It’s hard to measure the cost of code. Simple stuff can be ferociously time-consuming to develop, and bad coders often produce reams of poorly structured code.
But let’s assume you’re dealing with a typical, decent developer who doesn’t take the long route, or dangerous shortcuts.
There’s some nice research covering this, such as Boem, Abts Chulani  which is worth reading if you’re interested by this kind of stuff. But it’s heavy going, and doesn’t give a nice neat figure for lay people to understand.
So now I’m going to give the answer that many want to hear:
For each line of code produced in a 3GL non RAD environment the cost of your development is likely to come to around £20-£25 per line of new code. And about £100 per hundred lines of re-used code.
Doesn’t sound too bad… that includes testing, development, refinement, code reviews and so on. It’s based on the idea that most good developers can produce around 50-100 lines of code in a day if left alone and in peace. Some produce reams of code, but it’s often poorly optimised and thought out and likely to bite back in years to come. The cost also takes into account the design of that code before anyone touched a computer, and the various support staff required. If a developer is working entirely alone and is self-supported with his PCs and the like, then his productivity drops so the project takes longer, but the cost shouldn’t change too much.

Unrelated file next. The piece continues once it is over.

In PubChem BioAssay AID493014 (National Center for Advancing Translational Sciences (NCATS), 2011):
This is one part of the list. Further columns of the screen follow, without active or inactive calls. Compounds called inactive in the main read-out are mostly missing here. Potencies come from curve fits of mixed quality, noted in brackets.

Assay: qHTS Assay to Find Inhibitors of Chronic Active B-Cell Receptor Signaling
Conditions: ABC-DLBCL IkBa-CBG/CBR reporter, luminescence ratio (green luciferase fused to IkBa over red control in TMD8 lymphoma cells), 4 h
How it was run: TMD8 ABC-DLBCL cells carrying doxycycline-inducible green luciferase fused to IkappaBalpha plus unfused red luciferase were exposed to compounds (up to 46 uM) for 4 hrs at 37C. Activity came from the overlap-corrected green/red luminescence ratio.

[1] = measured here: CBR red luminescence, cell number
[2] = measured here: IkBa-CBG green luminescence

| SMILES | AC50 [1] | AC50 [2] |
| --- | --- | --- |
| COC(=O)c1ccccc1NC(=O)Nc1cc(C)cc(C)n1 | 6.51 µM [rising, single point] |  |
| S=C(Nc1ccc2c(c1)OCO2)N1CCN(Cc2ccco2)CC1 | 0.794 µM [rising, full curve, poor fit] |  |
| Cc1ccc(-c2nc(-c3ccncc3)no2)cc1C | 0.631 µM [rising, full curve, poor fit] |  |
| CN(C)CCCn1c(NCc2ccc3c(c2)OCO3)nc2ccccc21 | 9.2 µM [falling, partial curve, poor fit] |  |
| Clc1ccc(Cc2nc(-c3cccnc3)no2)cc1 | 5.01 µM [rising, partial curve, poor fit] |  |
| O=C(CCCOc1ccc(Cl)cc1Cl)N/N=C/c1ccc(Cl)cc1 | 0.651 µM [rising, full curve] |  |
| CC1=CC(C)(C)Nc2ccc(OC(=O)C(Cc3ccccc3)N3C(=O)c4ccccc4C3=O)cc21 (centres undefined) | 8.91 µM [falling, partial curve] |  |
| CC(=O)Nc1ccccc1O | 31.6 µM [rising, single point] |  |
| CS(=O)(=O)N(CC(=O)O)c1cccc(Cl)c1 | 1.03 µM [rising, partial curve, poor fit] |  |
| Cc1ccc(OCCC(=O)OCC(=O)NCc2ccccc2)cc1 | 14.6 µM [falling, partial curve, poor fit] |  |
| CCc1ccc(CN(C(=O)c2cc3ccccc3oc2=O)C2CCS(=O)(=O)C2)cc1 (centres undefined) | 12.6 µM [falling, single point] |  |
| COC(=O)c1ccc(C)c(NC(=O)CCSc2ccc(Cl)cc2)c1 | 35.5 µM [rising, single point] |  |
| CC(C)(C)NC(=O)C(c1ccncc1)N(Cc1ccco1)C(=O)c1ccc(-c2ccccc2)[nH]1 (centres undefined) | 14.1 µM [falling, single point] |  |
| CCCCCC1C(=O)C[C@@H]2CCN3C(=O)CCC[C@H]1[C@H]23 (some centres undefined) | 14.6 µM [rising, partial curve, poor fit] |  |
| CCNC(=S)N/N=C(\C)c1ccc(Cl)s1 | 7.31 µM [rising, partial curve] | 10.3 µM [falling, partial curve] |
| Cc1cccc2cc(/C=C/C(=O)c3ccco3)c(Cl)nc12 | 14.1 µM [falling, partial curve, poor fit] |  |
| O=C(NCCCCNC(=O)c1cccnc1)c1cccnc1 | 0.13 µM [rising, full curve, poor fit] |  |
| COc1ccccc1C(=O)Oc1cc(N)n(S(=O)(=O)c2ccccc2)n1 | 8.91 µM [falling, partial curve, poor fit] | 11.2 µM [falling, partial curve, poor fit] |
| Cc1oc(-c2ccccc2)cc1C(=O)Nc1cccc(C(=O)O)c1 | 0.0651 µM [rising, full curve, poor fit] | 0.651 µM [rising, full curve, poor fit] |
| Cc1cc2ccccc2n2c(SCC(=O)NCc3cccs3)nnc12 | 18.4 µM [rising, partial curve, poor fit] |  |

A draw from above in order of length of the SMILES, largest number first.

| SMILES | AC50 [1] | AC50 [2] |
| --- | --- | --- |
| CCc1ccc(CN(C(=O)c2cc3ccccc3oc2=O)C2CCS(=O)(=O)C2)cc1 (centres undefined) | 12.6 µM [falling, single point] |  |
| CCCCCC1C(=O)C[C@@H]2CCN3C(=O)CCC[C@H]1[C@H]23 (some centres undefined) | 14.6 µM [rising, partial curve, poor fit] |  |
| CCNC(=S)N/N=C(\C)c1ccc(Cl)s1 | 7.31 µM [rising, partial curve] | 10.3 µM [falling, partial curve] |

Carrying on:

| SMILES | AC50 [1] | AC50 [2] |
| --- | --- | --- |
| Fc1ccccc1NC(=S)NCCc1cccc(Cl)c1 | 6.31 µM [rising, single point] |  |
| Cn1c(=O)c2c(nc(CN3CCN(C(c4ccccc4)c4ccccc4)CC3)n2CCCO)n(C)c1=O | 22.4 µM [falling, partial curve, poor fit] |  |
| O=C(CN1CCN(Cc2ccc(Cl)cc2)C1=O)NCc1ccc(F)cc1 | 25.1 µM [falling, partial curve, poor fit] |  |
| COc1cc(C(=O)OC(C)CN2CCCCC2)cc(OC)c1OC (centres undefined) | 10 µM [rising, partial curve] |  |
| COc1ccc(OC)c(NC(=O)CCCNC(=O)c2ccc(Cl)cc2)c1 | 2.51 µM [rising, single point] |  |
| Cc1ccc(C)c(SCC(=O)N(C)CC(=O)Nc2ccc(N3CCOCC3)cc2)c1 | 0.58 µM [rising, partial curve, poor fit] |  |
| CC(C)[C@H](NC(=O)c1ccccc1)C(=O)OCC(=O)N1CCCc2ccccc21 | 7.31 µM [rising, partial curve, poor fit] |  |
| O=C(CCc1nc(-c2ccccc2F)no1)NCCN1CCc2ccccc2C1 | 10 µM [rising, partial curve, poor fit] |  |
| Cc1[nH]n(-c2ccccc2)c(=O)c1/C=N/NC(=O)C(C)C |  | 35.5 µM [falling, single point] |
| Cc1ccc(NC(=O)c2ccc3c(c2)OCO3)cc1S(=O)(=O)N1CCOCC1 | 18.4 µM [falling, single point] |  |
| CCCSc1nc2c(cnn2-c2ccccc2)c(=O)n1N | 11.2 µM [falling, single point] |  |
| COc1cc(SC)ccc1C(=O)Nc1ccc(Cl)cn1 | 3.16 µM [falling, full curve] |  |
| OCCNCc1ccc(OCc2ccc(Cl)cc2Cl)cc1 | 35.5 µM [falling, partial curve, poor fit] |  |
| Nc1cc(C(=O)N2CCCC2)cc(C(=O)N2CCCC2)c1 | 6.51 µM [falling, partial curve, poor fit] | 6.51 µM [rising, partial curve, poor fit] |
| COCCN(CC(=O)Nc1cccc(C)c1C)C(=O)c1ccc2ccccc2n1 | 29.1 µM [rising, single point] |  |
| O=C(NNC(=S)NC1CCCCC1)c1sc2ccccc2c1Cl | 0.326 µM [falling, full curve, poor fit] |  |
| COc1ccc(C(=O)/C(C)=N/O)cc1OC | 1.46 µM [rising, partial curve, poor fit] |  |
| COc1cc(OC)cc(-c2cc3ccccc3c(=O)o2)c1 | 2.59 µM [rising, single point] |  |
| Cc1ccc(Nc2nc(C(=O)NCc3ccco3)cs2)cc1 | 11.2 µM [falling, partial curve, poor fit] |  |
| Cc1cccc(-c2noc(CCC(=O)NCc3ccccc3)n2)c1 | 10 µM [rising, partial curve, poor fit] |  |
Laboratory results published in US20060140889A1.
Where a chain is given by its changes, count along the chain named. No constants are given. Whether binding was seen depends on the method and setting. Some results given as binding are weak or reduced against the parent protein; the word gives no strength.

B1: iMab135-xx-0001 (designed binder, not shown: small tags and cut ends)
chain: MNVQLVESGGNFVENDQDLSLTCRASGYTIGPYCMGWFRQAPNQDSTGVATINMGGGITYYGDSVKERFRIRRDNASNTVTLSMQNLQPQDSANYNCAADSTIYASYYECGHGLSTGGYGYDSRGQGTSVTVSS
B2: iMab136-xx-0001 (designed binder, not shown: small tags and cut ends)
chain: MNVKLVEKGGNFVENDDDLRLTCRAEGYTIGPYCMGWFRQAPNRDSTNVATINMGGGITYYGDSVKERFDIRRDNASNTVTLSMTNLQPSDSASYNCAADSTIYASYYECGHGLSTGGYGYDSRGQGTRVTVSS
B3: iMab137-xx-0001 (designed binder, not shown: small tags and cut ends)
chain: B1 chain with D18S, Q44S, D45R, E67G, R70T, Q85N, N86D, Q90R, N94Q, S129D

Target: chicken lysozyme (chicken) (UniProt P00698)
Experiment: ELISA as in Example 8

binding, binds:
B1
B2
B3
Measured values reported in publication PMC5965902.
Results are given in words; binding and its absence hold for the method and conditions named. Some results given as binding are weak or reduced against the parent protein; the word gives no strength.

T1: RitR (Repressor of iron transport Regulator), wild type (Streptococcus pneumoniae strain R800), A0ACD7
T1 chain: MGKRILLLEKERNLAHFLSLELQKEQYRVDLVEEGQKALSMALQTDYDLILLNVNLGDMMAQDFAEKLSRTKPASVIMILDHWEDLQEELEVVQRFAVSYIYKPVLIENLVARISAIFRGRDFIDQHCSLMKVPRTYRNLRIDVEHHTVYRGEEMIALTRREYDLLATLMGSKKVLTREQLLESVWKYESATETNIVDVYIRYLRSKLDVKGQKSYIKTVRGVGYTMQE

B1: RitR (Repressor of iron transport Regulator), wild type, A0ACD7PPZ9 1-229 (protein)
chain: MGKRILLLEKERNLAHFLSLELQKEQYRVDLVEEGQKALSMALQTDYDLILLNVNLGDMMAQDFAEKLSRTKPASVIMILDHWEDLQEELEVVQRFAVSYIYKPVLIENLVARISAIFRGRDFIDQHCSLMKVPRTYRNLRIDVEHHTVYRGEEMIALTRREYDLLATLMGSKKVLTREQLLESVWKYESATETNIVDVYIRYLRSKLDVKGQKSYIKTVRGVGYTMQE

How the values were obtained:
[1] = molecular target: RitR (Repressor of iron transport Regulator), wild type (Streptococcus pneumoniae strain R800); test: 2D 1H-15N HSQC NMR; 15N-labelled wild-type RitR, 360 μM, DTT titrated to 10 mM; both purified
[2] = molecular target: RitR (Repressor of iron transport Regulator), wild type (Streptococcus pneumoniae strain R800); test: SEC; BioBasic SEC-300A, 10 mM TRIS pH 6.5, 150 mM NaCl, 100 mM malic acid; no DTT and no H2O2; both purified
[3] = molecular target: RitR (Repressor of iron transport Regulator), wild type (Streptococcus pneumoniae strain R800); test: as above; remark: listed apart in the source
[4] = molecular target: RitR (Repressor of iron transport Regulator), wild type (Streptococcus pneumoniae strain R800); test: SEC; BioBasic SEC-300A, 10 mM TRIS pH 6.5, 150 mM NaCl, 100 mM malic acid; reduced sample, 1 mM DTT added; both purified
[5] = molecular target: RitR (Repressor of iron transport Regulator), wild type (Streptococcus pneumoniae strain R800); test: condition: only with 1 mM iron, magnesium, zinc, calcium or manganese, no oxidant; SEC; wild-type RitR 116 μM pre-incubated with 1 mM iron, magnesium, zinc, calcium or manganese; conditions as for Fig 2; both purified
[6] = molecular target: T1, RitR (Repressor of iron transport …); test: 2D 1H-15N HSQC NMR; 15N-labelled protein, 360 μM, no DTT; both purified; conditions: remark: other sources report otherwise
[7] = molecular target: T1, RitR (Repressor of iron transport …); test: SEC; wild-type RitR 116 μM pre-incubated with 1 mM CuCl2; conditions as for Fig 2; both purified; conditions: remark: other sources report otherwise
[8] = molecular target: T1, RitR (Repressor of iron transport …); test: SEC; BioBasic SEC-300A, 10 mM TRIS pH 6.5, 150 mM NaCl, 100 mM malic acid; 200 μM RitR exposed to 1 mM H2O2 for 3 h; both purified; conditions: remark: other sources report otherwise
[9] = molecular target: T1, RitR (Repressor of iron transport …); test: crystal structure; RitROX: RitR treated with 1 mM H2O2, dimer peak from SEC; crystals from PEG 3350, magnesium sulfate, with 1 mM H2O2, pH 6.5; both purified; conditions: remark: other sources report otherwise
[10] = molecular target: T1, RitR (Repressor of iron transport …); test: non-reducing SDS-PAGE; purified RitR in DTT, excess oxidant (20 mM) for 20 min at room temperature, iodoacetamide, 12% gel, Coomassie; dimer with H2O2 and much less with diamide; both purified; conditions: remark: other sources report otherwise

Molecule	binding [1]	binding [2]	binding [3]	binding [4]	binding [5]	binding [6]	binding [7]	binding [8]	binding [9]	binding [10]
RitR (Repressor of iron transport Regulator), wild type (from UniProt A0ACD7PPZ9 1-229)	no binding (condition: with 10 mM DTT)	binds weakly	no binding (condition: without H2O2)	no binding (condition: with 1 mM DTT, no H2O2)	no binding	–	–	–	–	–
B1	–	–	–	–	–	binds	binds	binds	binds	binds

And don’t forget that cheap code is often bulkier than expensive code. Which means nobody can look at a 1000 line program and actually say “Oh yeah, that’s £20k’s worth.” Somebody needs to assess the quality of that code.
What we will say is that in general, if we’ve written you 1000 lines of fresh code (ie, no cut and pasting or reuse) it could well have cost you £25k by the time it’s fully tested and delivered. A really big project, like, say, implementing a worldwide global payroll system for a major corporation may have five million lines of code and a final bill (including analysis) of around £125 million. Not at all unreasonable, believe it or not.
So yes, code is expensive. And that quick report you’d like us to knock up? Maybe it’s not so quick.
To save costs it’s worthwhile looking at RAD (Rapid Application Development) methods, but in that you’ll end up with slower, more bloated code. However, it can be a perfectly adequate approach and we use it all the time for simple data management back-ends and the like where performance isn’t that critical. Sometimes we’ll generate 20,000 lines of code from a three hour job… but it gets the job done. Albeit a little slowly!